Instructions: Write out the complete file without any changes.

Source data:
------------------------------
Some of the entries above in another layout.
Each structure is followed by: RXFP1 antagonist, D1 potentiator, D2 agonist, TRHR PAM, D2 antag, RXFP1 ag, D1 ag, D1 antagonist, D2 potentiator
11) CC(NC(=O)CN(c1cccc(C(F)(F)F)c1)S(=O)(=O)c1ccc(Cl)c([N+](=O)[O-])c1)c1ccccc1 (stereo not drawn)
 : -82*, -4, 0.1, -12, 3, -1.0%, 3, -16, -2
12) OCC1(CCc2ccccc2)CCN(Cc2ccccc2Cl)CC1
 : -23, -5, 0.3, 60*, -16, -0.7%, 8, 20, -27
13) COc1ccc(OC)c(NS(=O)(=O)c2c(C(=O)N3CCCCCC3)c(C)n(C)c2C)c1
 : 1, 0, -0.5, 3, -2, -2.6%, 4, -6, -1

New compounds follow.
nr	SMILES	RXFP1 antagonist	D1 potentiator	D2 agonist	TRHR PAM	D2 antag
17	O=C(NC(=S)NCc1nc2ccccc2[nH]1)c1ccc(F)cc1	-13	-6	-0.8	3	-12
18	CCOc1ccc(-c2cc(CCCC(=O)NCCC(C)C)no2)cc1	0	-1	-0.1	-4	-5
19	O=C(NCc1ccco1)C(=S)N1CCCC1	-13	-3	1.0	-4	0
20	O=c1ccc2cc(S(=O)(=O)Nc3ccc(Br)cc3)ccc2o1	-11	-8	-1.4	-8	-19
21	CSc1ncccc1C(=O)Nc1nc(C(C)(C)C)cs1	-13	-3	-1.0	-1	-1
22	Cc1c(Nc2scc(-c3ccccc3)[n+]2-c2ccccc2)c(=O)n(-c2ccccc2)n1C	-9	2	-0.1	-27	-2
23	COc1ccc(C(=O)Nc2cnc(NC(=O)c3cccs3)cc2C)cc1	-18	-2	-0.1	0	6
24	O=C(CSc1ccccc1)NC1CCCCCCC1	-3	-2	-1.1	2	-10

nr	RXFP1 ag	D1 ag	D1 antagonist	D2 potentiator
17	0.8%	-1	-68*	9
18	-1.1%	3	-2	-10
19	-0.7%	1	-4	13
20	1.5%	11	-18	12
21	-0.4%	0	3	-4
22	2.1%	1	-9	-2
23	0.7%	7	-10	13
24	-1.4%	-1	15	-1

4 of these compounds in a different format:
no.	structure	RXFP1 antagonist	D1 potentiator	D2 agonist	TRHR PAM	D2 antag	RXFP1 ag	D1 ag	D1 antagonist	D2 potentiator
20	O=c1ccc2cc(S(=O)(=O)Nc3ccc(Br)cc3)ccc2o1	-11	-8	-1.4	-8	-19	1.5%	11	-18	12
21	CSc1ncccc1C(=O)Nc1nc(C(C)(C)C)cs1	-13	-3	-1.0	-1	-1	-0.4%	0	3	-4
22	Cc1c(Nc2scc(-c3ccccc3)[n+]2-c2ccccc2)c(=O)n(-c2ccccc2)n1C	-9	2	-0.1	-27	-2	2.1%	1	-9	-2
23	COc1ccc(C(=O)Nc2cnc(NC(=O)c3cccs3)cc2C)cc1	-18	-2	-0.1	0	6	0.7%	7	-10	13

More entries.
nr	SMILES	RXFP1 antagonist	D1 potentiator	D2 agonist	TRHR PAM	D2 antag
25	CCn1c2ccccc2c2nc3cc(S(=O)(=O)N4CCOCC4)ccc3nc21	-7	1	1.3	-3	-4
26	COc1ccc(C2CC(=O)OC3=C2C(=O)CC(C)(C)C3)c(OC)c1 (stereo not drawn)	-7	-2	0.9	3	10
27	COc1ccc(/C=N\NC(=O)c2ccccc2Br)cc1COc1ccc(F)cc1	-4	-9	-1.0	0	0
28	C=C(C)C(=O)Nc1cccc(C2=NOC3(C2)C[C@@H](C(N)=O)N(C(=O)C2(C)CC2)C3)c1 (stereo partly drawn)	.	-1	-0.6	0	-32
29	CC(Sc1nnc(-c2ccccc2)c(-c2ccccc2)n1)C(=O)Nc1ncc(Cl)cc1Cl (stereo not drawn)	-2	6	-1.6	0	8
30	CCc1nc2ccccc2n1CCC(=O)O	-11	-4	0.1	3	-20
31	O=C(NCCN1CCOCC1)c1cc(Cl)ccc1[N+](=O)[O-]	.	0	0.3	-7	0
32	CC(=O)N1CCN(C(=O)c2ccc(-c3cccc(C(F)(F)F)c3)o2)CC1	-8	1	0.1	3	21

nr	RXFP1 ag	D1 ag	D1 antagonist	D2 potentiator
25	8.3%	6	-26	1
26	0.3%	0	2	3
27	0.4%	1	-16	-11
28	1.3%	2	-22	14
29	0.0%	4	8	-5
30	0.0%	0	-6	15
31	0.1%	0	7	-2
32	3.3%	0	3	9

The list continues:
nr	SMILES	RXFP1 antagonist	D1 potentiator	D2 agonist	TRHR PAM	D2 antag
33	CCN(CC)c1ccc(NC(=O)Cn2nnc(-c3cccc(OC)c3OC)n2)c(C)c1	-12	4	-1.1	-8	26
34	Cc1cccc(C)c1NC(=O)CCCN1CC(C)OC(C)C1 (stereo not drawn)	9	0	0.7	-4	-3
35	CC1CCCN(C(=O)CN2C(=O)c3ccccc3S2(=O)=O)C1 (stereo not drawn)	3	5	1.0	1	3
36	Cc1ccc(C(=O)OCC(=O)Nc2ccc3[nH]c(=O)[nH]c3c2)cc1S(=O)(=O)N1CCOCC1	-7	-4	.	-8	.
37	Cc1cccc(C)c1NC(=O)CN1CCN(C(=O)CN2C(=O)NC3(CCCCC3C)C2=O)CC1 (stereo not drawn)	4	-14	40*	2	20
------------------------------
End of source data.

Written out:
Some of the entries above in another layout.
Each structure is followed by: RXFP1 antagonist, D1 potentiator, D2 agonist, TRHR PAM, D2 antag, RXFP1 ag, D1 ag, D1 antagonist, D2 potentiator
11) CC(NC(=O)CN(c1cccc(C(F)(F)F)c1)S(=O)(=O)c1ccc(Cl)c([N+](=O)[O-])c1)c1ccccc1 (stereo not drawn)
 : -82*, -4, 0.1, -12, 3, -1.0%, 3, -16, -2
12) OCC1(CCc2ccccc2)CCN(Cc2ccccc2Cl)CC1
 : -23, -5, 0.3, 60*, -16, -0.7%, 8, 20, -27
13) COc1ccc(OC)c(NS(=O)(=O)c2c(C(=O)N3CCCCCC3)c(C)n(C)c2C)c1
 : 1, 0, -0.5, 3, -2, -2.6%, 4, -6, -1

New compounds follow.
nr	SMILES	RXFP1 antagonist	D1 potentiator	D2 agonist	TRHR PAM	D2 antag
17	O=C(NC(=S)NCc1nc2ccccc2[nH]1)c1ccc(F)cc1	-13	-6	-0.8	3	-12
18	CCOc1ccc(-c2cc(CCCC(=O)NCCC(C)C)no2)cc1	0	-1	-0.1	-4	-5
19	O=C(NCc1ccco1)C(=S)N1CCCC1	-13	-3	1.0	-4	0
20	O=c1ccc2cc(S(=O)(=O)Nc3ccc(Br)cc3)ccc2o1	-11	-8	-1.4	-8	-19
21	CSc1ncccc1C(=O)Nc1nc(C(C)(C)C)cs1	-13	-3	-1.0	-1	-1
22	Cc1c(Nc2scc(-c3ccccc3)[n+]2-c2ccccc2)c(=O)n(-c2ccccc2)n1C	-9	2	-0.1	-27	-2
23	COc1ccc(C(=O)Nc2cnc(NC(=O)c3cccs3)cc2C)cc1	-18	-2	-0.1	0	6
24	O=C(CSc1ccccc1)NC1CCCCCCC1	-3	-2	-1.1	2	-10

nr	RXFP1 ag	D1 ag	D1 antagonist	D2 potentiator
17	0.8%	-1	-68*	9
18	-1.1%	3	-2	-10
19	-0.7%	1	-4	13
20	1.5%	11	-18	12
21	-0.4%	0	3	-4
22	2.1%	1	-9	-2
23	0.7%	7	-10	13
24	-1.4%	-1	15	-1

4 of these compounds in a different format:
no.	structure	RXFP1 antagonist	D1 potentiator	D2 agonist	TRHR PAM	D2 antag	RXFP1 ag	D1 ag	D1 antagonist	D2 potentiator
20	O=c1ccc2cc(S(=O)(=O)Nc3ccc(Br)cc3)ccc2o1	-11	-8	-1.4	-8	-19	1.5%	11	-18	12
21	CSc1ncccc1C(=O)Nc1nc(C(C)(C)C)cs1	-13	-3	-1.0	-1	-1	-0.4%	0	3	-4
22	Cc1c(Nc2scc(-c3ccccc3)[n+]2-c2ccccc2)c(=O)n(-c2ccccc2)n1C	-9	2	-0.1	-27	-2	2.1%	1	-9	-2
23	COc1ccc(C(=O)Nc2cnc(NC(=O)c3cccs3)cc2C)cc1	-18	-2	-0.1	0	6	0.7%	7	-10	13

More entries.
nr	SMILES	RXFP1 antagonist	D1 potentiator	D2 agonist	TRHR PAM	D2 antag
25	CCn1c2ccccc2c2nc3cc(S(=O)(=O)N4CCOCC4)ccc3nc21	-7	1	1.3	-3	-4
26	COc1ccc(C2CC(=O)OC3=C2C(=O)CC(C)(C)C3)c(OC)c1 (stereo not drawn)	-7	-2	0.9	3	10
27	COc1ccc(/C=N\NC(=O)c2ccccc2Br)cc1COc1ccc(F)cc1	-4	-9	-1.0	0	0
28	C=C(C)C(=O)Nc1cccc(C2=NOC3(C2)C[C@@H](C(N)=O)N(C(=O)C2(C)CC2)C3)c1 (stereo partly drawn)	.	-1	-0.6	0	-32
29	CC(Sc1nnc(-c2ccccc2)c(-c2ccccc2)n1)C(=O)Nc1ncc(Cl)cc1Cl (stereo not drawn)	-2	6	-1.6	0	8
30	CCc1nc2ccccc2n1CCC(=O)O	-11	-4	0.1	3	-20
31	O=C(NCCN1CCOCC1)c1cc(Cl)ccc1[N+](=O)[O-]	.	0	0.3	-7	0
32	CC(=O)N1CCN(C(=O)c2ccc(-c3cccc(C(F)(F)F)c3)o2)CC1	-8	1	0.1	3	21

nr	RXFP1 ag	D1 ag	D1 antagonist	D2 potentiator
25	8.3%	6	-26	1
26	0.3%	0	2	3
27	0.4%	1	-16	-11
28	1.3%	2	-22	14
29	0.0%	4	8	-5
30	0.0%	0	-6	15
31	0.1%	0	7	-2
32	3.3%	0	3	9

The list continues:
nr	SMILES	RXFP1 antagonist	D1 potentiator	D2 agonist	TRHR PAM	D2 antag
33	CCN(CC)c1ccc(NC(=O)Cn2nnc(-c3cccc(OC)c3OC)n2)c(C)c1	-12	4	-1.1	-8	26
34	Cc1cccc(C)c1NC(=O)CCCN1CC(C)OC(C)C1 (stereo not drawn)	9	0	0.7	-4	-3
35	CC1CCCN(C(=O)CN2C(=O)c3ccccc3S2(=O)=O)C1 (stereo not drawn)	3	5	1.0	1	3
36	Cc1ccc(C(=O)OCC(=O)Nc2ccc3[nH]c(=O)[nH]c3c2)cc1S(=O)(=O)N1CCOCC1	-7	-4	.	-8	.
37	Cc1cccc(C)c1NC(=O)CN1CCN(C(=O)CN2C(=O)NC3(CCCCC3C)C2=O)CC1 (stereo not drawn)	4	-14	40*	2	20